Thursday, January 10, 2013

Hall Of Shame

TigerBlog was all set to talk about how nobody was voted into the baseball Hall of Fame yesterday when the song "One Day More" from "Les Miserables" came on his iTunes.

TB has heard the song a billion times, and he was really only half paying attention to it this time when it dawned on him that Inspector Javert would never have joined the students prior to their uprising.

Why? Because Javert would have seen spying as illegal and therefore something he would never even remotely consider.

Javert wasn't a villain. He was someone who was too rigidly wed to his beliefs of right or wrong to understand that, as the Monkees so beautifully put, "today there is no black or white, only shades of gray."

To that end, Javert would have seen the uprising as illegal and would have worked with the Army to put it down. He never, though, would have resorted to becoming a spy. His pride wouldn't have allowed it. The same ethics that allowed him to imprison Jean Valjean for 19 years for stealing a loaf of bread or allowed Fantine to die a horrific death wouldn't have allowed it.

He would never have been able to be a spy. Hey, look what he did when Valjean pointed out that Javert had been wrong about what he thought about him all those years. Think he ever would have been able to handle knowing that he was doing something that is blatantly against the rules?


Anyway, when "One Day More" ended and "Fire and Rain" by James Taylor came on, TB got back to thinking about the Hall of Fame voting. Would Javert have voted for Roger Clemens, Barry Bonds or Sammy Sosa? How about Mike Piazza?

After all, none of them have been convicted of anything. On the other hand, can you find one person out there who doesn't believe that they all took steroids? TB thinks that Javert would have voted them all in.

The problem that the baseball Hall of Fame has right now is that there aren't many people who have either admitted using steroids or have been caught doing it, but basically everyone's numbers are now being called into question.

As a result nobody gets voted in, either because there is widespread belief that they were cheating, or, in the case of Craig Biggio, they got 3,000 hits in Houston as opposed to New York or Chicago.

So now what?

Are voters supposed to say that if common knowledge suggests that a player took steroids then that player can never be in the Hall? Are they supposed to guess to the extent to which that player's career was enhanced and see if he would have been a Hall of Famer anyway (Bonds and Clemens certainly fit into this category)?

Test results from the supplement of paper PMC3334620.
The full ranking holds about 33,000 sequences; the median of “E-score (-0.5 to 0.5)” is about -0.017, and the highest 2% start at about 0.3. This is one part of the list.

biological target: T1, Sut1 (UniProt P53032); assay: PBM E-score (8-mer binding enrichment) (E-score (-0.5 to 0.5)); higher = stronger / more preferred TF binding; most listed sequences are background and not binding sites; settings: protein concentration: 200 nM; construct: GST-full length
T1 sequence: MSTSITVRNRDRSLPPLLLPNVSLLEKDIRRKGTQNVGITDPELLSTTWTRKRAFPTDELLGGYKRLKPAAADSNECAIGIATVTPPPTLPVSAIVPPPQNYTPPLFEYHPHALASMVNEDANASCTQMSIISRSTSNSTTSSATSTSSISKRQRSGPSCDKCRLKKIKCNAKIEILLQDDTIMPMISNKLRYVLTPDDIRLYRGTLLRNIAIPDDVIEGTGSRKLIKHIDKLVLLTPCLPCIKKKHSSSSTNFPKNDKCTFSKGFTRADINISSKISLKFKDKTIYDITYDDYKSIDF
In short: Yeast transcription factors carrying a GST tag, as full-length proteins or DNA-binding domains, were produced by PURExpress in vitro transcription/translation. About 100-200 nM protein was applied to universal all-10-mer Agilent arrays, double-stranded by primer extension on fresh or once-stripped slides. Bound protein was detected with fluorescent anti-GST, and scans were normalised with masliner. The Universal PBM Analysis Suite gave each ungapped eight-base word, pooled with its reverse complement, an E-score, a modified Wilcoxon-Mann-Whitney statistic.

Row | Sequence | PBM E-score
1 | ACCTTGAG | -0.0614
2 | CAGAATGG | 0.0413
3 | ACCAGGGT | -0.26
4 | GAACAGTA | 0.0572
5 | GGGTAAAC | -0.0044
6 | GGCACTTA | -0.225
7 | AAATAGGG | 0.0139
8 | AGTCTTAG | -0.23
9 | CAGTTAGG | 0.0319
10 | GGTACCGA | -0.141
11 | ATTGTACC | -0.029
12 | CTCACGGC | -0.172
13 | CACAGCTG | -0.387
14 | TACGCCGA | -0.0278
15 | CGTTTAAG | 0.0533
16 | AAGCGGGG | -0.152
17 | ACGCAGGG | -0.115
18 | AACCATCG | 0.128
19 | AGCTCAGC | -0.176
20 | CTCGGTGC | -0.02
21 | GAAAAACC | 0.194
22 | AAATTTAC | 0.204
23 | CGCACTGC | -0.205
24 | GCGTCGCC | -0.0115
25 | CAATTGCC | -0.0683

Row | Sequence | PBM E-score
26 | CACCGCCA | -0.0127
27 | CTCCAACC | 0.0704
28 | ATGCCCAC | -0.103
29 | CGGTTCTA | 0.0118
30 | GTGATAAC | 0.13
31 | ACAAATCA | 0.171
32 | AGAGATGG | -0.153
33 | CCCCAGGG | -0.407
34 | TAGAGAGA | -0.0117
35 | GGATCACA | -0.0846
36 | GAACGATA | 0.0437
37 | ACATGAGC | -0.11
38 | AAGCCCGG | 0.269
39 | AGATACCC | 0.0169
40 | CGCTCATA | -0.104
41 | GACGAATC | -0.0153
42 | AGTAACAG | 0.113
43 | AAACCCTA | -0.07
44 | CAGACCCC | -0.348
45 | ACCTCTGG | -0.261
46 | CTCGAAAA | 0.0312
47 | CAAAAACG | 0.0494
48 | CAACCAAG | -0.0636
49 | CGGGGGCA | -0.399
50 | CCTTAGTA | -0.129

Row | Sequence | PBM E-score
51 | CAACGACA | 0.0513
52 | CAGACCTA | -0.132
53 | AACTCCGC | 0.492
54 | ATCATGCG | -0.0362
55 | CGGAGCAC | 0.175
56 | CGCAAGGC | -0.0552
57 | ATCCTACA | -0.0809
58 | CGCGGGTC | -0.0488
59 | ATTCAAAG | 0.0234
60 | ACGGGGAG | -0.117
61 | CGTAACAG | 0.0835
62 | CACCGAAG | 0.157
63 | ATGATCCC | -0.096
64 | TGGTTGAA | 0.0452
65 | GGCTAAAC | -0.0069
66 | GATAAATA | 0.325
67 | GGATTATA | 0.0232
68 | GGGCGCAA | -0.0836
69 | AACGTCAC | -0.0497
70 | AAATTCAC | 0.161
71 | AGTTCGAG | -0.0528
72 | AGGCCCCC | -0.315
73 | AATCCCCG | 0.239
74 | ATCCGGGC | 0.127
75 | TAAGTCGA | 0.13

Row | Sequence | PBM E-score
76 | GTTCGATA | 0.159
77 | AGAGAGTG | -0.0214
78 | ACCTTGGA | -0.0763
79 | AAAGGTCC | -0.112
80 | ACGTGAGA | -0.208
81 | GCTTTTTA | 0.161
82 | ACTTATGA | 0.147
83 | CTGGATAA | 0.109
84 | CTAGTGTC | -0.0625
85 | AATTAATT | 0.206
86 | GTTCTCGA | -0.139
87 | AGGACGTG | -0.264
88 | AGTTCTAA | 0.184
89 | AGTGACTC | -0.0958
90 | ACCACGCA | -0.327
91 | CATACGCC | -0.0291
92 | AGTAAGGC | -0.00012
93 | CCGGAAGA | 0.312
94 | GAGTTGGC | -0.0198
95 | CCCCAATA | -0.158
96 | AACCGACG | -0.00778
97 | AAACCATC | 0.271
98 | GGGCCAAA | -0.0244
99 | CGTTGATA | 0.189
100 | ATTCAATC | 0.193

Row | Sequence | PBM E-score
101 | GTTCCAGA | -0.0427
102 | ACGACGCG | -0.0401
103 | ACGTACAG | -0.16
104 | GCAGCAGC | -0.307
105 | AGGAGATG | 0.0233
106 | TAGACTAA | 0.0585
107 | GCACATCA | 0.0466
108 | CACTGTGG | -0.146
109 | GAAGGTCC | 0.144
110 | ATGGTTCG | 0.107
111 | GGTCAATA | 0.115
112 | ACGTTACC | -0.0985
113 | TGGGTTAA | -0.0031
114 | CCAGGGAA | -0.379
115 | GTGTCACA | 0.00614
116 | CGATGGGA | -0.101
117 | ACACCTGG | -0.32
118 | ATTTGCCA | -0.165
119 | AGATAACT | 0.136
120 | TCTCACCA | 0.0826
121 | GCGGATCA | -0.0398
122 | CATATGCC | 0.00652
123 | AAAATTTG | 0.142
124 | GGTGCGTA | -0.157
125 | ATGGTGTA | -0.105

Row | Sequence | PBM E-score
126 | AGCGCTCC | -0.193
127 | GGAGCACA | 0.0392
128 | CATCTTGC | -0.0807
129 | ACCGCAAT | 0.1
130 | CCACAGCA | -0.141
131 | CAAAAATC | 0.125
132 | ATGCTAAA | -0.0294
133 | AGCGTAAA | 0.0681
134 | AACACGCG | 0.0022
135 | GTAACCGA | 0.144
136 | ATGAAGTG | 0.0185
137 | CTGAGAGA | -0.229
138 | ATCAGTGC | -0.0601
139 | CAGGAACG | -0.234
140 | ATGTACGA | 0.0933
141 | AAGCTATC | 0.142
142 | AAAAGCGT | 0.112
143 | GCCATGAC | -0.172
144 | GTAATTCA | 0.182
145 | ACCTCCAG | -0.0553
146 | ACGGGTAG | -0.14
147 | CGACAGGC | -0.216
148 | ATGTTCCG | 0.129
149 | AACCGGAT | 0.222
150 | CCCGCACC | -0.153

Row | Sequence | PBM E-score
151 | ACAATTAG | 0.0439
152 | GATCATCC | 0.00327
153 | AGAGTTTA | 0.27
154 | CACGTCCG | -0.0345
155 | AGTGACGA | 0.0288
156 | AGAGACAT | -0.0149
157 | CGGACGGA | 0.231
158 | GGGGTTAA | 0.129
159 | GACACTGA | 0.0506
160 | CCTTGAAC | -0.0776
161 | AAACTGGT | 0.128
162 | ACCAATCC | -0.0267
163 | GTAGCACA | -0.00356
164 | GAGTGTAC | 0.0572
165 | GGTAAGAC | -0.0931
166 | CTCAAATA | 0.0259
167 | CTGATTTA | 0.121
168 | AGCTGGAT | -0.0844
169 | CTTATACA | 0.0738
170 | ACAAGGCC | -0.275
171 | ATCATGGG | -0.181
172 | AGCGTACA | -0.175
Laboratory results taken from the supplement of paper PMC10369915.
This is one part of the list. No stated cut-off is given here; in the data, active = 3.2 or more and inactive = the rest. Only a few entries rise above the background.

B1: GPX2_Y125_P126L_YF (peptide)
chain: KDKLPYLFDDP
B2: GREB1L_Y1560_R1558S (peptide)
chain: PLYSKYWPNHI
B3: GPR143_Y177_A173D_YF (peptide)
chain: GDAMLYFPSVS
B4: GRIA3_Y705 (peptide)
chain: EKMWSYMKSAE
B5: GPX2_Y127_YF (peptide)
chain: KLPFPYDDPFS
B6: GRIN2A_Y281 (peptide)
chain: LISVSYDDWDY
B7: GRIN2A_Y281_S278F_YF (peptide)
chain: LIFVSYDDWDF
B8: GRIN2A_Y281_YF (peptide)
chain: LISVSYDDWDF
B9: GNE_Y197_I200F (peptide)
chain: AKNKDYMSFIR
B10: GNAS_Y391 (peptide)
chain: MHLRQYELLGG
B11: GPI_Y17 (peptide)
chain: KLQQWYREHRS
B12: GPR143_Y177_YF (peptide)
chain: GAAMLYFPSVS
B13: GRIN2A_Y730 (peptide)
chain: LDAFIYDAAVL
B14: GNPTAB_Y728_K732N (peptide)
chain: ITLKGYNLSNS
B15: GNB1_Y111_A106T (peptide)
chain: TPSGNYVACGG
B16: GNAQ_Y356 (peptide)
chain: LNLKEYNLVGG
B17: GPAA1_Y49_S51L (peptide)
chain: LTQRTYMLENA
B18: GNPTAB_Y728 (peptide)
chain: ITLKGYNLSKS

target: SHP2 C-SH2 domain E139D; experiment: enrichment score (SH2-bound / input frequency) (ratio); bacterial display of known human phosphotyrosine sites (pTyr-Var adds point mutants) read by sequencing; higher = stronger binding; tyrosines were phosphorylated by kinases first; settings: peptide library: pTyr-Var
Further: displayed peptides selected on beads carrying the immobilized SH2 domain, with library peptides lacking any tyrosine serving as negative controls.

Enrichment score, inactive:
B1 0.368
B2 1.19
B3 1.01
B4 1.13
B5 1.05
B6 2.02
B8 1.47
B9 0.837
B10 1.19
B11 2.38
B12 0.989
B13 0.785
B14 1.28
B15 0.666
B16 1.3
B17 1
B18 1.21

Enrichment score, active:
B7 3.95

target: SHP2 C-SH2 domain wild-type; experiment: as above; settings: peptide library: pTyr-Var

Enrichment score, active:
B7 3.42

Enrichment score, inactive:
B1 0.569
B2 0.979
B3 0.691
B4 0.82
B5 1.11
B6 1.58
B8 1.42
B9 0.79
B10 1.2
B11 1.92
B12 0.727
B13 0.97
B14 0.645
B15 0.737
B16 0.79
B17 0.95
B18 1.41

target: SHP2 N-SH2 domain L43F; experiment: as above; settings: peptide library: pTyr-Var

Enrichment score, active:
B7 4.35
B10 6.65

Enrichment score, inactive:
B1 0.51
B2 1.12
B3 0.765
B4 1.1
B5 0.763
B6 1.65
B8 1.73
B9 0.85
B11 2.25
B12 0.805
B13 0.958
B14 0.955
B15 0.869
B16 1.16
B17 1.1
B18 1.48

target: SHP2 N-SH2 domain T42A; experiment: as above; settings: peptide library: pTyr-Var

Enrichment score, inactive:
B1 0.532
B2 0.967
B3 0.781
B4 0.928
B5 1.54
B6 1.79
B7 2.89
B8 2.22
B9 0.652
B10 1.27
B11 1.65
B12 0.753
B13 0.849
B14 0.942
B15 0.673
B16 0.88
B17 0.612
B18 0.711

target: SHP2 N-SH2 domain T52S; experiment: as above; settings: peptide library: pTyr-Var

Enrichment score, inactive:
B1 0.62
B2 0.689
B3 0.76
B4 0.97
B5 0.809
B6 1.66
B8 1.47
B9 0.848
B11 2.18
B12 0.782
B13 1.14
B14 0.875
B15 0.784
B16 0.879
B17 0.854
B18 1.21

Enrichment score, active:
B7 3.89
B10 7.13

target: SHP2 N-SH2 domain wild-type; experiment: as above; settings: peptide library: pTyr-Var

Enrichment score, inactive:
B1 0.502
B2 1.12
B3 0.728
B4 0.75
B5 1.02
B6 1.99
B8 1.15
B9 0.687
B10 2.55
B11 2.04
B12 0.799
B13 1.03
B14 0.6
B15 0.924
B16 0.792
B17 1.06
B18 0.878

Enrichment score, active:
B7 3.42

Are they supposed to ignore it all together? Should baseball say "hey, anyone is eligible and voters cannot take steroids into account?" Does baseball even have the right to say that?

At some point, somebody is going to have to come up with policies, because otherwise nobody will ever be voted in again.

TigerBlog has written this before:
TB understands that there is no bigger threat to the integrity of sports - not performance enhancing drugs, not paying players, not anything - than having athletes who are competing not to win but to influence point spreads.

This raises the question of should fans even care whether athletes are choosing to use PEDs in the first place?

The NCAA certainly does.

All Princeton athletes are required to sign a standard NCAA consent form that opens them up to random testing for performance enhancing drugs. This can be at any time, year-round. Every NCAA athlete must sign this form.

Also, teams that are competing at NCAA championship events are all subjected to random drug testing. TB has seen countless times where Princeton athletes have had to go immediately from competing to the locker room to the drug testing center. The rules are very clear about what is permitted and what isn't in terms of hydrating after games, and TB has sat there with Princeton athletes for a long time before they could produce a sample, especially after really intense lacrosse games on really hot days.

The penalties for failing a drug test are severe.

The athlete immediately loses one year of eligibility, which starts the moment the positive result is known and lasts one calendar year. The athlete cannot compete again he/she tests negative and applies for reinstatement; any second failed test results in a permanent ban.

It's not something to mess around with.

Maybe the lure for college athletes is different because the matter of millions and millions of dollars isn't at stake. Maybe college athletes don't look around their sport and say "everyone else is doing it."

Or maybe it's just that the NCAA isn't messing around.

Clearly the baseball writers aren't either.

And Inspector Javert? He never did.

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